The final time you put something with your hands, whether or not it was buttoning your shirt or rebuilding your clutch, you used your sense of touch a lot more than you may think. Advanced measurement tools including gauge blocks, verniers and even coordinate-measuring machines (CMMs) exist to detect minute variations in dimension, but we instinctively use our fingertips to ascertain if two surfaces are flush. In fact, a 2013 study found that the human sense of touch can even detect Nano-scale wrinkles on an otherwise smooth surface.

Here’s another example from the machining world: the surface comparator. It’s a visual tool for analyzing the finish of any surface, however, it’s natural to touch and experience the surface of the part when checking the conclusion. Our brains are wired to utilize the information from not only our eyes but additionally from your finely calibrated Micro Load Cell.

While there are numerous mechanisms by which forces are converted to electrical signal, the primary elements of a force and torque sensor are the same. Two outer frames, typically made from aluminum or steel, carry the mounting points, typically threaded holes. All axes of measured force can be measured as one frame acting on the other. The frames enclose the sensor mechanisms and any onboard logic for signal encoding.

The most frequent mechanism in six-axis sensors is the strain gauge. Strain gauges include a thin conductor, typically metal foil, arranged inside a specific pattern over a flexible substrate. Because of the properties of electrical resistance, applied mechanical stress deforms the conductor, which makes it longer and thinner. The resulting improvement in electrical resistance could be measured. These delicate mechanisms can easily be damaged by overloading, since the deformation of the conductor can exceed the elasticity of the material and make it break or become permanently deformed, destroying the calibration.

However, this risk is usually protected through the design in the sensor device. As the ductility of metal foils once made them the standard material for strain gauges, p-doped silicon has proven to show a significantly higher signal-to-noise ratio. Because of this, semiconductor strain gauges are becoming more popular. For example, all of ATI Industrial Automation’s six-axis sensors use silicon strain gauge technology.

Strain gauges measure force in one direction-the force oriented parallel towards the paths within the gauge. These long paths are made to amplify the deformation and therefore the modification in electrical resistance. Strain gauges usually are not responsive to lateral deformation. Because of this, six-axis sensor designs typically include several gauges, including multiple per axis.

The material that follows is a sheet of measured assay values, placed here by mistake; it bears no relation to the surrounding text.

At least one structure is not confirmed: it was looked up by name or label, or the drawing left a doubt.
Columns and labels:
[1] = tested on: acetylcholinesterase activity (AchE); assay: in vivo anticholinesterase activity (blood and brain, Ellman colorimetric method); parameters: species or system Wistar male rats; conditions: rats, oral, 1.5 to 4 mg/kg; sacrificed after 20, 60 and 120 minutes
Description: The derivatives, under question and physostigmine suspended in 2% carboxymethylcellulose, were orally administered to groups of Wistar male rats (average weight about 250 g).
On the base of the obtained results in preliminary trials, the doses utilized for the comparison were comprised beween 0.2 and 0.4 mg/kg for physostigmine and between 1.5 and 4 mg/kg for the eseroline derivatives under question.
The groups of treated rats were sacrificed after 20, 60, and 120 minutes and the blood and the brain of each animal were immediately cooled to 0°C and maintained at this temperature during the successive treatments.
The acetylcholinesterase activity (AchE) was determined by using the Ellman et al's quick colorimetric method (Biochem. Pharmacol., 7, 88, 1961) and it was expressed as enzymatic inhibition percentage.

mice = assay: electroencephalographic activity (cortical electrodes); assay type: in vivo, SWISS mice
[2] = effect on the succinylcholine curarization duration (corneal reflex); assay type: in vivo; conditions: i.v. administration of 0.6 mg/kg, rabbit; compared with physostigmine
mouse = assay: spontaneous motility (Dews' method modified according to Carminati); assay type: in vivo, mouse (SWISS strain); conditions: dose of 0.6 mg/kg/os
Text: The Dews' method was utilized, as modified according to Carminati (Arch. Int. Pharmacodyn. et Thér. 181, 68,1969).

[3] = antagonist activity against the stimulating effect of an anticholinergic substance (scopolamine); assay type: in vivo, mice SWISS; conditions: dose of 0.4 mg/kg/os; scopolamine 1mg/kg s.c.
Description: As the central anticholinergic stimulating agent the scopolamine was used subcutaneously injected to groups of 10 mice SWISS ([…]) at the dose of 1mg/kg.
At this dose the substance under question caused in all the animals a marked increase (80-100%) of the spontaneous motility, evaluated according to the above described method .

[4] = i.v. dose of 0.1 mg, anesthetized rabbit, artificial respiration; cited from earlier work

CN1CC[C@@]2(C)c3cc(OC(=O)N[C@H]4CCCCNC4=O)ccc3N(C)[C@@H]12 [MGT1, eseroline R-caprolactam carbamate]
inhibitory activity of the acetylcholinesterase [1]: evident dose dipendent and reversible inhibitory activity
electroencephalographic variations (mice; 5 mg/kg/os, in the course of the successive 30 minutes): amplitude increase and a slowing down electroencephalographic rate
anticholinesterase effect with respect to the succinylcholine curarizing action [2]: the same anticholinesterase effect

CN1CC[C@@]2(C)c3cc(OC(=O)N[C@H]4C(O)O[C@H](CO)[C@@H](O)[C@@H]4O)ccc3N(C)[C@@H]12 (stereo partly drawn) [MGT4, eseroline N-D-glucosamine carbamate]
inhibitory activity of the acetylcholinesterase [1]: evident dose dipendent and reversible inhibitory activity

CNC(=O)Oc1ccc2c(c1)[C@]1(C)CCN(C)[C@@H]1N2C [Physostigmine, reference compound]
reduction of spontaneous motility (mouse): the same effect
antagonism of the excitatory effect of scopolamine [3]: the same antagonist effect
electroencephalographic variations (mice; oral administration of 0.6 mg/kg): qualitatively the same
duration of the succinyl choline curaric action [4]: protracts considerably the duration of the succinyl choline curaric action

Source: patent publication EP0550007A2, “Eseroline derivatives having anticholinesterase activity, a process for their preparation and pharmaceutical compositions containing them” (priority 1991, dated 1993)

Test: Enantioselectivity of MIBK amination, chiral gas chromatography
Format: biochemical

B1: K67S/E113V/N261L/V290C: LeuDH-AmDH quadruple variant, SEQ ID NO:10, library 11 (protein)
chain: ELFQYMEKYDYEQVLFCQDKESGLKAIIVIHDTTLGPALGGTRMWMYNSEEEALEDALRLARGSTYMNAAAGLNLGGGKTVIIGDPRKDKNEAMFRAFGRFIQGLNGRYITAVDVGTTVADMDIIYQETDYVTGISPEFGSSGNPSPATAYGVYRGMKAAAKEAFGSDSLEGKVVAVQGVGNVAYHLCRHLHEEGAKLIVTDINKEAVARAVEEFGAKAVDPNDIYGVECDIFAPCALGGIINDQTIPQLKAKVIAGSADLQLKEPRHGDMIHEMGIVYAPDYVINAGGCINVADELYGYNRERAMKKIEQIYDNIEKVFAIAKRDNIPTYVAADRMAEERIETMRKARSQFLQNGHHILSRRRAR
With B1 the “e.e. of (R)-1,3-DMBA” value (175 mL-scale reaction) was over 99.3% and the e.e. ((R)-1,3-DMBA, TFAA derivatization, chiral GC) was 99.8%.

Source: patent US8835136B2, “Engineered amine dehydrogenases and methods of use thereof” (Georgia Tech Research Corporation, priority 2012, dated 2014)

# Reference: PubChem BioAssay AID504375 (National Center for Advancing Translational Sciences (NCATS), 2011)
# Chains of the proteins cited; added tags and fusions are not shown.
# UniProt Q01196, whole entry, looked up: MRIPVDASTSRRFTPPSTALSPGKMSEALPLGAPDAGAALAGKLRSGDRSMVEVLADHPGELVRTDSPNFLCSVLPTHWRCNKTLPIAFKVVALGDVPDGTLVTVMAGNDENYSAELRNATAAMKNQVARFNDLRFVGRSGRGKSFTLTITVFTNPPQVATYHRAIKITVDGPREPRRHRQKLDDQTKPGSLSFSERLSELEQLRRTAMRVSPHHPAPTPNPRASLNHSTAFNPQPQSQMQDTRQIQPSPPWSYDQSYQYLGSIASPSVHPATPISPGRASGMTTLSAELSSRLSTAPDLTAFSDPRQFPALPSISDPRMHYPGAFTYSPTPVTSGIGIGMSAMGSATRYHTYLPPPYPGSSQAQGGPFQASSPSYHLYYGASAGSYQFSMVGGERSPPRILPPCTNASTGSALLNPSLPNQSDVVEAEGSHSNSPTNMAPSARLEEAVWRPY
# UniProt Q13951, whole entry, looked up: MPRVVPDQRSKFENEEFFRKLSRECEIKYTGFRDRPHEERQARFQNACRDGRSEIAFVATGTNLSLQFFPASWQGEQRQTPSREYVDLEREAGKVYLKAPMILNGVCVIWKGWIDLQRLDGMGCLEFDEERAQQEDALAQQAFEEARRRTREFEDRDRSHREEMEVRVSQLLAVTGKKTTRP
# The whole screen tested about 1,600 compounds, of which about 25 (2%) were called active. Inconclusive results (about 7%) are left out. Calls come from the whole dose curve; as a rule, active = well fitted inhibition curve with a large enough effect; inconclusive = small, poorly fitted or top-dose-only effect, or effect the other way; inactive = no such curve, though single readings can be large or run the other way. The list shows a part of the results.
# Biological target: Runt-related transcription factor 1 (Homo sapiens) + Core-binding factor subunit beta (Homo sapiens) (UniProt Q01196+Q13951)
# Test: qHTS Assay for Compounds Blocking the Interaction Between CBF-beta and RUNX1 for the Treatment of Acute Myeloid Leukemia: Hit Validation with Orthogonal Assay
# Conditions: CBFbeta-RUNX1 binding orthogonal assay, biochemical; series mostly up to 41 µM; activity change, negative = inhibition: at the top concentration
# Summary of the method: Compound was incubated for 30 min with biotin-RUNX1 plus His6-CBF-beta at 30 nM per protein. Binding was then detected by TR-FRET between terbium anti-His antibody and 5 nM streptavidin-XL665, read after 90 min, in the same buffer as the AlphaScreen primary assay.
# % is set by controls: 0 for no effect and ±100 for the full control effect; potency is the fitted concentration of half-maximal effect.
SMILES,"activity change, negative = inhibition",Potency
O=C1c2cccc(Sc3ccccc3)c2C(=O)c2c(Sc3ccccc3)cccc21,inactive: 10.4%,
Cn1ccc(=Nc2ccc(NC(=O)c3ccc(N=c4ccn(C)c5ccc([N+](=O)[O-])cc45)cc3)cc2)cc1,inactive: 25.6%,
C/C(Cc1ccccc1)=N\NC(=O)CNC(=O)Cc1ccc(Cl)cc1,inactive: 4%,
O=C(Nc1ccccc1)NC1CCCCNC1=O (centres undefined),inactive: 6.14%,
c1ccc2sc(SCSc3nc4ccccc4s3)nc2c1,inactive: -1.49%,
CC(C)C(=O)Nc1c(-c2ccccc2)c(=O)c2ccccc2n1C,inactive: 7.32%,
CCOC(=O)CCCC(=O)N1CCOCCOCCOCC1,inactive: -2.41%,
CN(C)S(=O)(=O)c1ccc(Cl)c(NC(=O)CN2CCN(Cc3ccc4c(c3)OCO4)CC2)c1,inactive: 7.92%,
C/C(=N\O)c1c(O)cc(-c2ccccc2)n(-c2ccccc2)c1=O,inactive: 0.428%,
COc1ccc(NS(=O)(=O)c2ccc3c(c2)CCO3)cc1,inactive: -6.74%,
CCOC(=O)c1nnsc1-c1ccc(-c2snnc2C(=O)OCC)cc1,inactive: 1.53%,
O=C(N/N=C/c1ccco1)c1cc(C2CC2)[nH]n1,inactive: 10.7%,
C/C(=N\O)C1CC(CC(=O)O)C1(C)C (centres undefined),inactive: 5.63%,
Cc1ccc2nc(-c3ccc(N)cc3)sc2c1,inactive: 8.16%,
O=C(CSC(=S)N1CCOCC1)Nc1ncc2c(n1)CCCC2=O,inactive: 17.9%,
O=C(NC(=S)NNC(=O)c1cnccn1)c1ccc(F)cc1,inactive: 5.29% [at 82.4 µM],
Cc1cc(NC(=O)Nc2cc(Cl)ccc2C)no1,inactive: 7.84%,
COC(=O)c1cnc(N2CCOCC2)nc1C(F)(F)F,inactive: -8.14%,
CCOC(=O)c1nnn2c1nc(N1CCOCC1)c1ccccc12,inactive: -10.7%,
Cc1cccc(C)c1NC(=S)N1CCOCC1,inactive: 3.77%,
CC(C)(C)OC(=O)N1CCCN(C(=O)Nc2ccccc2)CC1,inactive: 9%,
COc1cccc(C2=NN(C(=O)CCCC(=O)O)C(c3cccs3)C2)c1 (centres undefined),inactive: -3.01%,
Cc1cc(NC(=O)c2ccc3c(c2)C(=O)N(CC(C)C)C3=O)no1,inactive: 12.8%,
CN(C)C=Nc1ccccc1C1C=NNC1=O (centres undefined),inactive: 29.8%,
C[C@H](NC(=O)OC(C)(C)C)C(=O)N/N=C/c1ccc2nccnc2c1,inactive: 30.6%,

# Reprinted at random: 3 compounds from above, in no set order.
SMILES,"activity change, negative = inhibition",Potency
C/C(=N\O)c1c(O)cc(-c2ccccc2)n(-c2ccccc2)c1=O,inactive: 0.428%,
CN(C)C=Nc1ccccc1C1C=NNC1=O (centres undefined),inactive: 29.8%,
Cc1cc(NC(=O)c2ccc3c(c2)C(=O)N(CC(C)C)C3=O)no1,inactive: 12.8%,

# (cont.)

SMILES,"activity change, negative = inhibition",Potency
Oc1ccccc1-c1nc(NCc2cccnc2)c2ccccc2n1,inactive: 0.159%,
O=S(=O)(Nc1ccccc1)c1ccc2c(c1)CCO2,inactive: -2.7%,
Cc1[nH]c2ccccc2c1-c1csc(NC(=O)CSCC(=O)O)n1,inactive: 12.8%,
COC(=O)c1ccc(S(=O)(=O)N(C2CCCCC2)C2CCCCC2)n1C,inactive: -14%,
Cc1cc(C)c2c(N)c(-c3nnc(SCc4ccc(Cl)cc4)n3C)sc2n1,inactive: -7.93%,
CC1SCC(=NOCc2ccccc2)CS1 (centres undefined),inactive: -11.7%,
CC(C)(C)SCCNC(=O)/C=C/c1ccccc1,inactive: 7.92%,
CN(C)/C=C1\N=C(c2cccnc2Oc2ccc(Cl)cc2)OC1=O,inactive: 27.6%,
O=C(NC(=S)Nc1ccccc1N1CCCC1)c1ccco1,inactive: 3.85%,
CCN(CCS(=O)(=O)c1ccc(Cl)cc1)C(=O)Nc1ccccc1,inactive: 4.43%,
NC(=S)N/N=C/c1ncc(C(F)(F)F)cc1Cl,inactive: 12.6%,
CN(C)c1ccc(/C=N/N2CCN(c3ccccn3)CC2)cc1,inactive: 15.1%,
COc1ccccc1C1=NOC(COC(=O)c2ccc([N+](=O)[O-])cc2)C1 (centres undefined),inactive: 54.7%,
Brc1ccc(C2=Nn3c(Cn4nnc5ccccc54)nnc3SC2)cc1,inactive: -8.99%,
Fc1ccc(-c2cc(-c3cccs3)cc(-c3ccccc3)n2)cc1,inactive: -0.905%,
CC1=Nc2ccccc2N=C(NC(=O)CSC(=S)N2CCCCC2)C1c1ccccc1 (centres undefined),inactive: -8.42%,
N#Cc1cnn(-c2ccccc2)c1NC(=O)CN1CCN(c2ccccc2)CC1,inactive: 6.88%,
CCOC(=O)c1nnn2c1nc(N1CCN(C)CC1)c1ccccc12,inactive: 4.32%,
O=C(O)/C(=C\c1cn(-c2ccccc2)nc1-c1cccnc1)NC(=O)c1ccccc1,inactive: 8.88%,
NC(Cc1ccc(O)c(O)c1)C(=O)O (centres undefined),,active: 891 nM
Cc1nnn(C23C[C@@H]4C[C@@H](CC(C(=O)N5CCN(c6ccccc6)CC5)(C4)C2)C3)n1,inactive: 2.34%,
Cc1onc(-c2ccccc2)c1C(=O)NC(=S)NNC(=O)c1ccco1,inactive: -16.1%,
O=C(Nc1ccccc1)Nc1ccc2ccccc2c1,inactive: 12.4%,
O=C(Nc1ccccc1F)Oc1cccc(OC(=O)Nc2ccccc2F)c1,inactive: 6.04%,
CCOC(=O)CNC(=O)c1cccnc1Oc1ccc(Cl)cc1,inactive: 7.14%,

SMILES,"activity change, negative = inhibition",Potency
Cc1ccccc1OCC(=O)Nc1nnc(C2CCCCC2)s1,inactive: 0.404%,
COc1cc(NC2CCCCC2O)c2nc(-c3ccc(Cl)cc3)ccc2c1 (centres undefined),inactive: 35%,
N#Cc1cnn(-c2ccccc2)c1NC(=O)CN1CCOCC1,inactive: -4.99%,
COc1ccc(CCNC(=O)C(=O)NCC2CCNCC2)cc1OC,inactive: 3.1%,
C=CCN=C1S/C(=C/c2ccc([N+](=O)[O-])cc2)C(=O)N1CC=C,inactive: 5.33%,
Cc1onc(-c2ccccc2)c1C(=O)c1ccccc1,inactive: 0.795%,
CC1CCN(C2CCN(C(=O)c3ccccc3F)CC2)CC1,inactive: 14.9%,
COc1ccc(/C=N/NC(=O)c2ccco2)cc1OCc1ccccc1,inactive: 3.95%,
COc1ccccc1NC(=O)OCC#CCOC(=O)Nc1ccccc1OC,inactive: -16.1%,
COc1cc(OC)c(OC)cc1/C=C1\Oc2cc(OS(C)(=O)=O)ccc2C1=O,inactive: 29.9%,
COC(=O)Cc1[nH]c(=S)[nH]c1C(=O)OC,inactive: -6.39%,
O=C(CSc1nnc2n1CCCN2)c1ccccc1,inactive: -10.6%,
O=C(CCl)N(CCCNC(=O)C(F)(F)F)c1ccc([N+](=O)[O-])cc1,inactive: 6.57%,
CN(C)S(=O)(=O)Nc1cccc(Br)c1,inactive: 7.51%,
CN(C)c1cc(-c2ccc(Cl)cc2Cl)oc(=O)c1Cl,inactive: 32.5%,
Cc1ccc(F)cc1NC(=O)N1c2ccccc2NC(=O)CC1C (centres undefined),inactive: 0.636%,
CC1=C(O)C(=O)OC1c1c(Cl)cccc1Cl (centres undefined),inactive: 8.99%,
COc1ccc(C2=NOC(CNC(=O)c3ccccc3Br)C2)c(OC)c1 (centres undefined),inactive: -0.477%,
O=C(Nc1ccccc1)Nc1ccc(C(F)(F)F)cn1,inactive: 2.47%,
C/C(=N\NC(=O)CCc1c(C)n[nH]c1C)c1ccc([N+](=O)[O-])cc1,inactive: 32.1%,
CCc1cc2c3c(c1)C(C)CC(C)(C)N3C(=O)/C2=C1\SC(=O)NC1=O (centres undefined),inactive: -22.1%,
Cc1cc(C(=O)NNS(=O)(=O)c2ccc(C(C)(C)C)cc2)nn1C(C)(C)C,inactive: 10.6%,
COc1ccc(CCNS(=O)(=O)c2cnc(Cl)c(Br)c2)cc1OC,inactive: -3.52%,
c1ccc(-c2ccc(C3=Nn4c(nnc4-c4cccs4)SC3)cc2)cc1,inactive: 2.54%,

There are a few choices to the strain gauge for sensor manufacturers. For example, Robotiq made a patented capacitive mechanism at the core of its six-axis sensors. The goal of developing a new form of Rotary Torque Sensor was to create a approach to look at the data digitally, rather than as being an analog signal, and lower noise.

“Our sensor is fully digital with no strain gauge technology,” said JP Jobin, Robotiq vice president of research and development. “The reason we developed this capacitance mechanism is simply because the strain gauge will not be resistant to external noise. Comparatively, capacitance tech is fully digital. Our sensor has almost no hysteresis.”

“In our capacitance sensor, there are 2 frames: one fixed and one movable frame,” Jobin said. “The frames are affixed to a deformable component, which we are going to represent as being a spring. When you apply a force towards the movable tool, the spring will deform. The capacitance sensor measures those displacements. Understanding the properties from the material, it is possible to translate that into force and torque measurement.”

Given the need for our human sense of touch to our motor and analytical skills, the immense potential for advanced touch and force sensing on industrial robots is obvious. Force and torque sensing already is within use in the area of collaborative robotics. Collaborative robots detect collision and can pause or slow their programmed path of motion accordingly. This will make them capable of working in contact with humans. However, a lot of this sort of sensing is carried out via the feedback current from the motor. If you have an actual force opposing the rotation of the motor, the feedback current increases. This modification can be detected. However, the applied force wbtbtc be measured accurately applying this method. For further detailed tasks, 3 Axis Load Cell is necessary.

Ultimately, industrial robotics is all about efficiency. At industry events and then in vendor showrooms, we percieve a lot of high-tech features created to make robots smarter and more capable, but at the base line, savvy customers only buy as much robot because they need.

Multi Axis Force Sensor – Keep This In Mind..

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